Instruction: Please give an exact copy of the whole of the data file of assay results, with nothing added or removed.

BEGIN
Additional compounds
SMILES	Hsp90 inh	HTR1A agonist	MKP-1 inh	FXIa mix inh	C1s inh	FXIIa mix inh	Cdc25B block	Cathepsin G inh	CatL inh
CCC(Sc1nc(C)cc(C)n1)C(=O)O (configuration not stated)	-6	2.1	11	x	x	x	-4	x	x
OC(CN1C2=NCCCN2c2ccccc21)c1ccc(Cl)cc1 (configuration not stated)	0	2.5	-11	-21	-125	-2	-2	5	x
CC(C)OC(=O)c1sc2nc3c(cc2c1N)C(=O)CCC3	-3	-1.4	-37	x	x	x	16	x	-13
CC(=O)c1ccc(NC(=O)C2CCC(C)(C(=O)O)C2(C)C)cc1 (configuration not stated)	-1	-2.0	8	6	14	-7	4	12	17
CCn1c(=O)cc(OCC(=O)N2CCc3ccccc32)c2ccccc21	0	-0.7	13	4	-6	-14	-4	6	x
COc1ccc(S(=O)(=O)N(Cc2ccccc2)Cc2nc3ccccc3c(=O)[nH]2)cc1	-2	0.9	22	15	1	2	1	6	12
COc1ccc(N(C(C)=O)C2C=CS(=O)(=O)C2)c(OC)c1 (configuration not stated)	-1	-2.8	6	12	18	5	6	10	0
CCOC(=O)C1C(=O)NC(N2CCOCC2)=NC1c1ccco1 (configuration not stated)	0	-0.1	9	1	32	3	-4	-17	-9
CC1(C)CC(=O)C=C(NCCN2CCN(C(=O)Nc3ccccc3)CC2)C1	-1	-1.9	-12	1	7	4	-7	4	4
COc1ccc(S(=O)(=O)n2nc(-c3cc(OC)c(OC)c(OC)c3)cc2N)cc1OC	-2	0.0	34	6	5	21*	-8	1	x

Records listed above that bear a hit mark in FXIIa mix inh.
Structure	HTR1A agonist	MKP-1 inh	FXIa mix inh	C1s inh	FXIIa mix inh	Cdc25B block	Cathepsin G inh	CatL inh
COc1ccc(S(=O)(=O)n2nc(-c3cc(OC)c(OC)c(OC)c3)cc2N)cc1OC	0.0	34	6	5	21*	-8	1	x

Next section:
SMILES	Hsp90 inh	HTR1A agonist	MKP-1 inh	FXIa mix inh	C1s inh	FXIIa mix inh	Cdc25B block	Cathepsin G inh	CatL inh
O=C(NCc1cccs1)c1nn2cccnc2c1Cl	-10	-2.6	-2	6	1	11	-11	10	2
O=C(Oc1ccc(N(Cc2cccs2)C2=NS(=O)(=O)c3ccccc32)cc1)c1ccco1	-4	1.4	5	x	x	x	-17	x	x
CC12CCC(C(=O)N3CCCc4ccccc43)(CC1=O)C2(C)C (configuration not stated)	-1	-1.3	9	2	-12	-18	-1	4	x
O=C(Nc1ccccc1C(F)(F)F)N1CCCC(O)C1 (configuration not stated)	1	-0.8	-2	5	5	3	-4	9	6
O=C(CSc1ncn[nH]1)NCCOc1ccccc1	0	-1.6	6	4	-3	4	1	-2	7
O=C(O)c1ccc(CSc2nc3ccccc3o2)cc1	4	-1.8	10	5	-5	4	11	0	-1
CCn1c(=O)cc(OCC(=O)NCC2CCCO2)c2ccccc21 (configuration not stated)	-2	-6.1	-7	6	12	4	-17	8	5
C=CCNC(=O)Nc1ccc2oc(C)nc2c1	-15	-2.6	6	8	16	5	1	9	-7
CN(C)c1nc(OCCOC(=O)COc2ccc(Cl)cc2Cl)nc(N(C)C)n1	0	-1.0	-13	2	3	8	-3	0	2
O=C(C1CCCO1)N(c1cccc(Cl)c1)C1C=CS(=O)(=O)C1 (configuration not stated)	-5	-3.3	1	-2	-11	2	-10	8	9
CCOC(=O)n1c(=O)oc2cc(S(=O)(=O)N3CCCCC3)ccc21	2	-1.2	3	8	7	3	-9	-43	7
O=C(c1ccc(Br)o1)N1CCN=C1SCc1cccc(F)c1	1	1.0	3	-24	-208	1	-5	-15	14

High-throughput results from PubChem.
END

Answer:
Additional compounds
SMILES	Hsp90 inh	HTR1A agonist	MKP-1 inh	FXIa mix inh	C1s inh	FXIIa mix inh	Cdc25B block	Cathepsin G inh	CatL inh
CCC(Sc1nc(C)cc(C)n1)C(=O)O (configuration not stated)	-6	2.1	11	x	x	x	-4	x	x
OC(CN1C2=NCCCN2c2ccccc21)c1ccc(Cl)cc1 (configuration not stated)	0	2.5	-11	-21	-125	-2	-2	5	x
CC(C)OC(=O)c1sc2nc3c(cc2c1N)C(=O)CCC3	-3	-1.4	-37	x	x	x	16	x	-13
CC(=O)c1ccc(NC(=O)C2CCC(C)(C(=O)O)C2(C)C)cc1 (configuration not stated)	-1	-2.0	8	6	14	-7	4	12	17
CCn1c(=O)cc(OCC(=O)N2CCc3ccccc32)c2ccccc21	0	-0.7	13	4	-6	-14	-4	6	x
COc1ccc(S(=O)(=O)N(Cc2ccccc2)Cc2nc3ccccc3c(=O)[nH]2)cc1	-2	0.9	22	15	1	2	1	6	12
COc1ccc(N(C(C)=O)C2C=CS(=O)(=O)C2)c(OC)c1 (configuration not stated)	-1	-2.8	6	12	18	5	6	10	0
CCOC(=O)C1C(=O)NC(N2CCOCC2)=NC1c1ccco1 (configuration not stated)	0	-0.1	9	1	32	3	-4	-17	-9
CC1(C)CC(=O)C=C(NCCN2CCN(C(=O)Nc3ccccc3)CC2)C1	-1	-1.9	-12	1	7	4	-7	4	4
COc1ccc(S(=O)(=O)n2nc(-c3cc(OC)c(OC)c(OC)c3)cc2N)cc1OC	-2	0.0	34	6	5	21*	-8	1	x

Records listed above that bear a hit mark in FXIIa mix inh.
Structure	HTR1A agonist	MKP-1 inh	FXIa mix inh	C1s inh	FXIIa mix inh	Cdc25B block	Cathepsin G inh	CatL inh
COc1ccc(S(=O)(=O)n2nc(-c3cc(OC)c(OC)c(OC)c3)cc2N)cc1OC	0.0	34	6	5	21*	-8	1	x

Next section:
SMILES	Hsp90 inh	HTR1A agonist	MKP-1 inh	FXIa mix inh	C1s inh	FXIIa mix inh	Cdc25B block	Cathepsin G inh	CatL inh
O=C(NCc1cccs1)c1nn2cccnc2c1Cl	-10	-2.6	-2	6	1	11	-11	10	2
O=C(Oc1ccc(N(Cc2cccs2)C2=NS(=O)(=O)c3ccccc32)cc1)c1ccco1	-4	1.4	5	x	x	x	-17	x	x
CC12CCC(C(=O)N3CCCc4ccccc43)(CC1=O)C2(C)C (configuration not stated)	-1	-1.3	9	2	-12	-18	-1	4	x
O=C(Nc1ccccc1C(F)(F)F)N1CCCC(O)C1 (configuration not stated)	1	-0.8	-2	5	5	3	-4	9	6
O=C(CSc1ncn[nH]1)NCCOc1ccccc1	0	-1.6	6	4	-3	4	1	-2	7
O=C(O)c1ccc(CSc2nc3ccccc3o2)cc1	4	-1.8	10	5	-5	4	11	0	-1
CCn1c(=O)cc(OCC(=O)NCC2CCCO2)c2ccccc21 (configuration not stated)	-2	-6.1	-7	6	12	4	-17	8	5
C=CCNC(=O)Nc1ccc2oc(C)nc2c1	-15	-2.6	6	8	16	5	1	9	-7
CN(C)c1nc(OCCOC(=O)COc2ccc(Cl)cc2Cl)nc(N(C)C)n1	0	-1.0	-13	2	3	8	-3	0	2
O=C(C1CCCO1)N(c1cccc(Cl)c1)C1C=CS(=O)(=O)C1 (configuration not stated)	-5	-3.3	1	-2	-11	2	-10	8	9
CCOC(=O)n1c(=O)oc2cc(S(=O)(=O)N3CCCCC3)ccc21	2	-1.2	3	8	7	3	-9	-43	7
O=C(c1ccc(Br)o1)N1CCN=C1SCc1cccc(F)c1	1	1.0	3	-24	-208	1	-5	-15	14

High-throughput results from PubChem.